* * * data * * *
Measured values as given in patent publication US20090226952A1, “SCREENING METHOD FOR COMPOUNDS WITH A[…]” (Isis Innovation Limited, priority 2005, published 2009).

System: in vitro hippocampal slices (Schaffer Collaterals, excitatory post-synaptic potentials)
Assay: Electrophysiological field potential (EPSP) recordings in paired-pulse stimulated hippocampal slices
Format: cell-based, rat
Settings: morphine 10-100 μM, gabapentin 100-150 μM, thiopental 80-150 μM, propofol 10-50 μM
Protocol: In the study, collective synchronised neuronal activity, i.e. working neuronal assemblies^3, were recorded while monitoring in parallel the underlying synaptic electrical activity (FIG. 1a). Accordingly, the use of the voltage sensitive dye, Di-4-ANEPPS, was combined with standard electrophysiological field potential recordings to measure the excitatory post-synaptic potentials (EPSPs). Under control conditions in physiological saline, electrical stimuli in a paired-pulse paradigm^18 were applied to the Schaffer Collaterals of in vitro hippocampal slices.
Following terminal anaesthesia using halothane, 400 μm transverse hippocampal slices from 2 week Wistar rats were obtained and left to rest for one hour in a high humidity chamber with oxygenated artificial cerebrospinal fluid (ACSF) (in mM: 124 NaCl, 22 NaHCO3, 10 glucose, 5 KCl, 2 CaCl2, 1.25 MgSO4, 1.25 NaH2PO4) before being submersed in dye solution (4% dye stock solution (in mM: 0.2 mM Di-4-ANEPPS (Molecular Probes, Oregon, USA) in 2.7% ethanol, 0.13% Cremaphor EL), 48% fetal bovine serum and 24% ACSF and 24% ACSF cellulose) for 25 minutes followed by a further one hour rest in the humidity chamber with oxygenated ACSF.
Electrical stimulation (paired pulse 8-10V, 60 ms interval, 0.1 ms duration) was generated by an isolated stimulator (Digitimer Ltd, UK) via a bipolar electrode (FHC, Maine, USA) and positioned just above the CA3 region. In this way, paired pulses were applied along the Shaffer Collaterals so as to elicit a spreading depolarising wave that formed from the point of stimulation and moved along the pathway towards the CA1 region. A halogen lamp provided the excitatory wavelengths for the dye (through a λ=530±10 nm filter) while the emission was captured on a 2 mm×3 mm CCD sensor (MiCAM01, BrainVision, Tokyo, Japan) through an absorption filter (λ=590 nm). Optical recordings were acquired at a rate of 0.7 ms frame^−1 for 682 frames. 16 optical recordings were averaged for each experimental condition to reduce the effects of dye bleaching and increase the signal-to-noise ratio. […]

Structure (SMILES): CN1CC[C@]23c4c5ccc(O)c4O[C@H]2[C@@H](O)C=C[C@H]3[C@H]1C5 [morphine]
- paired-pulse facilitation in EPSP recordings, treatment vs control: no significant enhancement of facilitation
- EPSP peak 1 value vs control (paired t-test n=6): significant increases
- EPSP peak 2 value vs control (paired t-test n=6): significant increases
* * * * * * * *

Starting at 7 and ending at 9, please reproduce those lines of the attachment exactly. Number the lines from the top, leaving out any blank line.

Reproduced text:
Following terminal anaesthesia using halothane, 400 μm transverse hippocampal slices from 2 week Wistar rats were obtained and left to rest for one hour in a high humidity chamber with oxygenated artificial cerebrospinal fluid (ACSF) (in mM: 124 NaCl, 22 NaHCO3, 10 glucose, 5 KCl, 2 CaCl2, 1.25 MgSO4, 1.25 NaH2PO4) before being submersed in dye solution (4% dye stock solution (in mM: 0.2 mM Di-4-ANEPPS (Molecular Probes, Oregon, USA) in 2.7% ethanol, 0.13% Cremaphor EL), 48% fetal bovine serum and 24% ACSF and 24% ACSF cellulose) for 25 minutes followed by a further one hour rest in the humidity chamber with oxygenated ACSF.
Electrical stimulation (paired pulse 8-10V, 60 ms interval, 0.1 ms duration) was generated by an isolated stimulator (Digitimer Ltd, UK) via a bipolar electrode (FHC, Maine, USA) and positioned just above the CA3 region. In this way, paired pulses were applied along the Shaffer Collaterals so as to elicit a spreading depolarising wave that formed from the point of stimulation and moved along the pathway towards the CA1 region. A halogen lamp provided the excitatory wavelengths for the dye (through a λ=530±10 nm filter) while the emission was captured on a 2 mm×3 mm CCD sensor (MiCAM01, BrainVision, Tokyo, Japan) through an absorption filter (λ=590 nm). Optical recordings were acquired at a rate of 0.7 ms frame^−1 for 682 frames. 16 optical recordings were averaged for each experimental condition to reduce the effects of dye bleaching and increase the signal-to-noise ratio. […]

Structure (SMILES): CN1CC[C@]23c4c5ccc(O)c4O[C@H]2[C@@H](O)C=C[C@H]3[C@H]1C5 [morphine]